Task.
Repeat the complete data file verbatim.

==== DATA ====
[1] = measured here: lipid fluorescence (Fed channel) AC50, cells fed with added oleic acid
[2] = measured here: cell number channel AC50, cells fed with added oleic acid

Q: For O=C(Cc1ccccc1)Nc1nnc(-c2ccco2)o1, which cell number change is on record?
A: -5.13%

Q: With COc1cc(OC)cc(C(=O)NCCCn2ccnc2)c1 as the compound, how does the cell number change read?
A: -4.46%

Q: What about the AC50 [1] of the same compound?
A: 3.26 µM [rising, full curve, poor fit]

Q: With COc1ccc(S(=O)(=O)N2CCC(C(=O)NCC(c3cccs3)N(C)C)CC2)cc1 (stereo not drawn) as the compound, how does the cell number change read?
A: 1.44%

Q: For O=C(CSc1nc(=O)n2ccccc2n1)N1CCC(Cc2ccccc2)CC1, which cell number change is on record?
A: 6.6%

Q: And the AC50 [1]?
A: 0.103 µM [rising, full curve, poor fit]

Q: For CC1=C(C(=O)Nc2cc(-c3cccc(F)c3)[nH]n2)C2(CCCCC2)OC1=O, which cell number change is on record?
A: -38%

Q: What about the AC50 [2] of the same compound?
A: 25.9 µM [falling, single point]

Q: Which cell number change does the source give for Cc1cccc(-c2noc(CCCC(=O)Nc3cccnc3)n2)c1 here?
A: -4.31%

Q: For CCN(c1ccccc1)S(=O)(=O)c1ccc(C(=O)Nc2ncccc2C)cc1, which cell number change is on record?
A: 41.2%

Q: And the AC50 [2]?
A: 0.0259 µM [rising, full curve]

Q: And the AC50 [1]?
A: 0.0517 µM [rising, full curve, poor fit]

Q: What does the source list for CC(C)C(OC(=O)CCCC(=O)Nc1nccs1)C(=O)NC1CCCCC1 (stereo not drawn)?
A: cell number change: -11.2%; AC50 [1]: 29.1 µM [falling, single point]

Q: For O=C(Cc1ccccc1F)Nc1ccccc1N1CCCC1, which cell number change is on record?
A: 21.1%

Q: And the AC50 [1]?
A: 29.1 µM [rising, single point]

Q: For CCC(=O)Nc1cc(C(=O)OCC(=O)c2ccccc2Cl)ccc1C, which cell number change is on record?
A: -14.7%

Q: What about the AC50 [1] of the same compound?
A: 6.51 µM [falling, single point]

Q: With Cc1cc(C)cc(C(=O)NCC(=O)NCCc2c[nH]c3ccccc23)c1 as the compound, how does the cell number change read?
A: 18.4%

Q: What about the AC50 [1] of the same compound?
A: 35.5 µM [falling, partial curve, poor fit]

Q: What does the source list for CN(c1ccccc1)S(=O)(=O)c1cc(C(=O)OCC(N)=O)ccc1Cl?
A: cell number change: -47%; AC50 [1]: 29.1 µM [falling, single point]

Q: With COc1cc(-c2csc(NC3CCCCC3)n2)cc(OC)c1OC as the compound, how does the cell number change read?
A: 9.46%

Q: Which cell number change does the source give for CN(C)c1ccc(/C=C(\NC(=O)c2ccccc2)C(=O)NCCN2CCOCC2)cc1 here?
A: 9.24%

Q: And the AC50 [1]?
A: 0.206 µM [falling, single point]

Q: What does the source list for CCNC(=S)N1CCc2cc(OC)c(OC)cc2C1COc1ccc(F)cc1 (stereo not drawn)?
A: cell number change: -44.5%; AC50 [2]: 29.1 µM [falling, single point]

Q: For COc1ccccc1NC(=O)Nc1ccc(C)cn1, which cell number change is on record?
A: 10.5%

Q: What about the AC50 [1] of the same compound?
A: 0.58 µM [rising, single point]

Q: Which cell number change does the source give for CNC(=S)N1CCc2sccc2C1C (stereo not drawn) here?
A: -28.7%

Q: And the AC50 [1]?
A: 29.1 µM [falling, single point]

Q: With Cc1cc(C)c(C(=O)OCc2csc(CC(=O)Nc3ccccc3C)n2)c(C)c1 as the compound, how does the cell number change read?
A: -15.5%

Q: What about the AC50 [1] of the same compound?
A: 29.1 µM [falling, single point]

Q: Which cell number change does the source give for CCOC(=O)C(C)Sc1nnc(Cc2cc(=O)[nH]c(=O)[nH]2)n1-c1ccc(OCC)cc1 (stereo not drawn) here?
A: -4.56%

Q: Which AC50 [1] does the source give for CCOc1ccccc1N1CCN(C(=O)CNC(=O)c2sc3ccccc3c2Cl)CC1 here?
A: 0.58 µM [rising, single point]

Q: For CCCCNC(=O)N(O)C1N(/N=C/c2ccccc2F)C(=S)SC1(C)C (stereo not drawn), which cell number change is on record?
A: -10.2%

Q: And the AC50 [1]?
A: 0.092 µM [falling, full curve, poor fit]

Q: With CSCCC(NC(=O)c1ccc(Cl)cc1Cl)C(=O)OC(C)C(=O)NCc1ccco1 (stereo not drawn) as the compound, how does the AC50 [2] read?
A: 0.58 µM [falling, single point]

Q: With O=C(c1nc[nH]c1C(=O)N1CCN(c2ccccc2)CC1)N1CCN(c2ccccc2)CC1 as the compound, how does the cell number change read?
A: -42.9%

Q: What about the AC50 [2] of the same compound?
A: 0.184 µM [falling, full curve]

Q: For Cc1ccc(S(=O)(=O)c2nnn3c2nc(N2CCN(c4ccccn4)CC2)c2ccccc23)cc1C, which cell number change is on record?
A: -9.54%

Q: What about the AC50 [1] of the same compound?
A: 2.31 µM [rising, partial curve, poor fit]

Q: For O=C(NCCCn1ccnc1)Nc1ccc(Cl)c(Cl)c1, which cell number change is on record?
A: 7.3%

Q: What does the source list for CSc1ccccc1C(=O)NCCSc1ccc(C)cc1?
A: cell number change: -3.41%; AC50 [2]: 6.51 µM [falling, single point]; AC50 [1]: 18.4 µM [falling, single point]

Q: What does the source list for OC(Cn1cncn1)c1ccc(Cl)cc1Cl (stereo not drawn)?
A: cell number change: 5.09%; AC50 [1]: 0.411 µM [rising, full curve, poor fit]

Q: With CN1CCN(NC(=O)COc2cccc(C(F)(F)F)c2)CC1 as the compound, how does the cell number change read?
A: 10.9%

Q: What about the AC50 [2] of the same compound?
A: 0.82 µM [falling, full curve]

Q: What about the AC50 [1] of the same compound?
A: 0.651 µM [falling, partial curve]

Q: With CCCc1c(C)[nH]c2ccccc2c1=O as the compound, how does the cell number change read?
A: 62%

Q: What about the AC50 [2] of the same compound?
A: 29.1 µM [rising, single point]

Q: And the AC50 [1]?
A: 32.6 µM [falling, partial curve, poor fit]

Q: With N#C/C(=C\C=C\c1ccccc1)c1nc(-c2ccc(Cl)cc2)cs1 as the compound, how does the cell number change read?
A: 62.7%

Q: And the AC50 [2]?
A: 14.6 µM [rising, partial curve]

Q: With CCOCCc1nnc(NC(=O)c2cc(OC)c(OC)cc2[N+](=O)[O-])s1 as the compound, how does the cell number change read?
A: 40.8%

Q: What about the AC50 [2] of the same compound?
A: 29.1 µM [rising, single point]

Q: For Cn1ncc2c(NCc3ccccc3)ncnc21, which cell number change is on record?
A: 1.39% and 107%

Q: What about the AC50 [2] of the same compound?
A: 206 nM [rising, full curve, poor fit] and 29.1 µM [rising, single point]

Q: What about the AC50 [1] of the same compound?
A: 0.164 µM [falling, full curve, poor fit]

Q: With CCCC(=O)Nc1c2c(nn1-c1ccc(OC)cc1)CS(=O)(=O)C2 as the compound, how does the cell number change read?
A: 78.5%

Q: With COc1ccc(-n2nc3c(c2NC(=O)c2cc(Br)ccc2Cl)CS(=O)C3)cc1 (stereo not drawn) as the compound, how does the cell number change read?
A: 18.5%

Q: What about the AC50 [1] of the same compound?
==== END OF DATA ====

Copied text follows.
[1] = measured here: lipid fluorescence (Fed channel) AC50, cells fed with added oleic acid
[2] = measured here: cell number channel AC50, cells fed with added oleic acid

Q: For O=C(Cc1ccccc1)Nc1nnc(-c2ccco2)o1, which cell number change is on record?
A: -5.13%

Q: With COc1cc(OC)cc(C(=O)NCCCn2ccnc2)c1 as the compound, how does the cell number change read?
A: -4.46%

Q: What about the AC50 [1] of the same compound?
A: 3.26 µM [rising, full curve, poor fit]

Q: With COc1ccc(S(=O)(=O)N2CCC(C(=O)NCC(c3cccs3)N(C)C)CC2)cc1 (stereo not drawn) as the compound, how does the cell number change read?
A: 1.44%

Q: For O=C(CSc1nc(=O)n2ccccc2n1)N1CCC(Cc2ccccc2)CC1, which cell number change is on record?
A: 6.6%

Q: And the AC50 [1]?
A: 0.103 µM [rising, full curve, poor fit]

Q: For CC1=C(C(=O)Nc2cc(-c3cccc(F)c3)[nH]n2)C2(CCCCC2)OC1=O, which cell number change is on record?
A: -38%

Q: What about the AC50 [2] of the same compound?
A: 25.9 µM [falling, single point]

Q: Which cell number change does the source give for Cc1cccc(-c2noc(CCCC(=O)Nc3cccnc3)n2)c1 here?
A: -4.31%

Q: For CCN(c1ccccc1)S(=O)(=O)c1ccc(C(=O)Nc2ncccc2C)cc1, which cell number change is on record?
A: 41.2%

Q: And the AC50 [2]?
A: 0.0259 µM [rising, full curve]

Q: And the AC50 [1]?
A: 0.0517 µM [rising, full curve, poor fit]

Q: What does the source list for CC(C)C(OC(=O)CCCC(=O)Nc1nccs1)C(=O)NC1CCCCC1 (stereo not drawn)?
A: cell number change: -11.2%; AC50 [1]: 29.1 µM [falling, single point]

Q: For O=C(Cc1ccccc1F)Nc1ccccc1N1CCCC1, which cell number change is on record?
A: 21.1%

Q: And the AC50 [1]?
A: 29.1 µM [rising, single point]

Q: For CCC(=O)Nc1cc(C(=O)OCC(=O)c2ccccc2Cl)ccc1C, which cell number change is on record?
A: -14.7%

Q: What about the AC50 [1] of the same compound?
A: 6.51 µM [falling, single point]

Q: With Cc1cc(C)cc(C(=O)NCC(=O)NCCc2c[nH]c3ccccc23)c1 as the compound, how does the cell number change read?
A: 18.4%

Q: What about the AC50 [1] of the same compound?
A: 35.5 µM [falling, partial curve, poor fit]

Q: What does the source list for CN(c1ccccc1)S(=O)(=O)c1cc(C(=O)OCC(N)=O)ccc1Cl?
A: cell number change: -47%; AC50 [1]: 29.1 µM [falling, single point]

Q: With COc1cc(-c2csc(NC3CCCCC3)n2)cc(OC)c1OC as the compound, how does the cell number change read?
A: 9.46%

Q: Which cell number change does the source give for CN(C)c1ccc(/C=C(\NC(=O)c2ccccc2)C(=O)NCCN2CCOCC2)cc1 here?
A: 9.24%

Q: And the AC50 [1]?
A: 0.206 µM [falling, single point]

Q: What does the source list for CCNC(=S)N1CCc2cc(OC)c(OC)cc2C1COc1ccc(F)cc1 (stereo not drawn)?
A: cell number change: -44.5%; AC50 [2]: 29.1 µM [falling, single point]

Q: For COc1ccccc1NC(=O)Nc1ccc(C)cn1, which cell number change is on record?
A: 10.5%

Q: What about the AC50 [1] of the same compound?
A: 0.58 µM [rising, single point]

Q: Which cell number change does the source give for CNC(=S)N1CCc2sccc2C1C (stereo not drawn) here?
A: -28.7%

Q: And the AC50 [1]?
A: 29.1 µM [falling, single point]

Q: With Cc1cc(C)c(C(=O)OCc2csc(CC(=O)Nc3ccccc3C)n2)c(C)c1 as the compound, how does the cell number change read?
A: -15.5%

Q: What about the AC50 [1] of the same compound?
A: 29.1 µM [falling, single point]

Q: Which cell number change does the source give for CCOC(=O)C(C)Sc1nnc(Cc2cc(=O)[nH]c(=O)[nH]2)n1-c1ccc(OCC)cc1 (stereo not drawn) here?
A: -4.56%

Q: Which AC50 [1] does the source give for CCOc1ccccc1N1CCN(C(=O)CNC(=O)c2sc3ccccc3c2Cl)CC1 here?
A: 0.58 µM [rising, single point]

Q: For CCCCNC(=O)N(O)C1N(/N=C/c2ccccc2F)C(=S)SC1(C)C (stereo not drawn), which cell number change is on record?
A: -10.2%

Q: And the AC50 [1]?
A: 0.092 µM [falling, full curve, poor fit]

Q: With CSCCC(NC(=O)c1ccc(Cl)cc1Cl)C(=O)OC(C)C(=O)NCc1ccco1 (stereo not drawn) as the compound, how does the AC50 [2] read?
A: 0.58 µM [falling, single point]

Q: With O=C(c1nc[nH]c1C(=O)N1CCN(c2ccccc2)CC1)N1CCN(c2ccccc2)CC1 as the compound, how does the cell number change read?
A: -42.9%

Q: What about the AC50 [2] of the same compound?
A: 0.184 µM [falling, full curve]

Q: For Cc1ccc(S(=O)(=O)c2nnn3c2nc(N2CCN(c4ccccn4)CC2)c2ccccc23)cc1C, which cell number change is on record?
A: -9.54%

Q: What about the AC50 [1] of the same compound?
A: 2.31 µM [rising, partial curve, poor fit]

Q: For O=C(NCCCn1ccnc1)Nc1ccc(Cl)c(Cl)c1, which cell number change is on record?
A: 7.3%

Q: What does the source list for CSc1ccccc1C(=O)NCCSc1ccc(C)cc1?
A: cell number change: -3.41%; AC50 [2]: 6.51 µM [falling, single point]; AC50 [1]: 18.4 µM [falling, single point]

Q: What does the source list for OC(Cn1cncn1)c1ccc(Cl)cc1Cl (stereo not drawn)?
A: cell number change: 5.09%; AC50 [1]: 0.411 µM [rising, full curve, poor fit]

Q: With CN1CCN(NC(=O)COc2cccc(C(F)(F)F)c2)CC1 as the compound, how does the cell number change read?
A: 10.9%

Q: What about the AC50 [2] of the same compound?
A: 0.82 µM [falling, full curve]

Q: What about the AC50 [1] of the same compound?
A: 0.651 µM [falling, partial curve]

Q: With CCCc1c(C)[nH]c2ccccc2c1=O as the compound, how does the cell number change read?
A: 62%

Q: What about the AC50 [2] of the same compound?
A: 29.1 µM [rising, single point]

Q: And the AC50 [1]?
A: 32.6 µM [falling, partial curve, poor fit]

Q: With N#C/C(=C\C=C\c1ccccc1)c1nc(-c2ccc(Cl)cc2)cs1 as the compound, how does the cell number change read?
A: 62.7%

Q: And the AC50 [2]?
A: 14.6 µM [rising, partial curve]

Q: With CCOCCc1nnc(NC(=O)c2cc(OC)c(OC)cc2[N+](=O)[O-])s1 as the compound, how does the cell number change read?
A: 40.8%

Q: What about the AC50 [2] of the same compound?
A: 29.1 µM [rising, single point]

Q: For Cn1ncc2c(NCc3ccccc3)ncnc21, which cell number change is on record?
A: 1.39% and 107%

Q: What about the AC50 [2] of the same compound?
A: 206 nM [rising, full curve, poor fit] and 29.1 µM [rising, single point]

Q: What about the AC50 [1] of the same compound?
A: 0.164 µM [falling, full curve, poor fit]

Q: With CCCC(=O)Nc1c2c(nn1-c1ccc(OC)cc1)CS(=O)(=O)C2 as the compound, how does the cell number change read?
A: 78.5%

Q: With COc1ccc(-n2nc3c(c2NC(=O)c2cc(Br)ccc2Cl)CS(=O)C3)cc1 (stereo not drawn) as the compound, how does the cell number change read?
A: 18.5%

Q: What about the AC50 [1] of the same compound?